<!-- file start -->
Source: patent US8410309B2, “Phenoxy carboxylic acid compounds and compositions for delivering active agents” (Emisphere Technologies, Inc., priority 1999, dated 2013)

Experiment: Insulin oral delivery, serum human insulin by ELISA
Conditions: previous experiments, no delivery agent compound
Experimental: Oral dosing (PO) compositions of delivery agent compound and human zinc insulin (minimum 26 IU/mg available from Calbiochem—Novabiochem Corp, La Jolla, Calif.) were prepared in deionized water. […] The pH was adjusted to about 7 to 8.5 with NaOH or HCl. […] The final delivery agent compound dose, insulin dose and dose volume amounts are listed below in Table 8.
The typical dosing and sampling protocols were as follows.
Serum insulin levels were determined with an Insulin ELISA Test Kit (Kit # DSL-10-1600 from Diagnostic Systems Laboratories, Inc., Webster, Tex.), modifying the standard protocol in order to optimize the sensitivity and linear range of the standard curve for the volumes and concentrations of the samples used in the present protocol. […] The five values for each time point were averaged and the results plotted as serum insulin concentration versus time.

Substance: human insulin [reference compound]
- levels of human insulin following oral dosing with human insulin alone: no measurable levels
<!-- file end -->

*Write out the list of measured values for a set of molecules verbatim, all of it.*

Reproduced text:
Source: patent US8410309B2, “Phenoxy carboxylic acid compounds and compositions for delivering active agents” (Emisphere Technologies, Inc., priority 1999, dated 2013)

Experiment: Insulin oral delivery, serum human insulin by ELISA
Conditions: previous experiments, no delivery agent compound
Experimental: Oral dosing (PO) compositions of delivery agent compound and human zinc insulin (minimum 26 IU/mg available from Calbiochem—Novabiochem Corp, La Jolla, Calif.) were prepared in deionized water. […] The pH was adjusted to about 7 to 8.5 with NaOH or HCl. […] The final delivery agent compound dose, insulin dose and dose volume amounts are listed below in Table 8.
The typical dosing and sampling protocols were as follows.
Serum insulin levels were determined with an Insulin ELISA Test Kit (Kit # DSL-10-1600 from Diagnostic Systems Laboratories, Inc., Webster, Tex.), modifying the standard protocol in order to optimize the sensitivity and linear range of the standard curve for the volumes and concentrations of the samples used in the present protocol. […] The five values for each time point were averaged and the results plotted as serum insulin concentration versus time.

Substance: human insulin [reference compound]
- levels of human insulin following oral dosing with human insulin alone: no measurable levels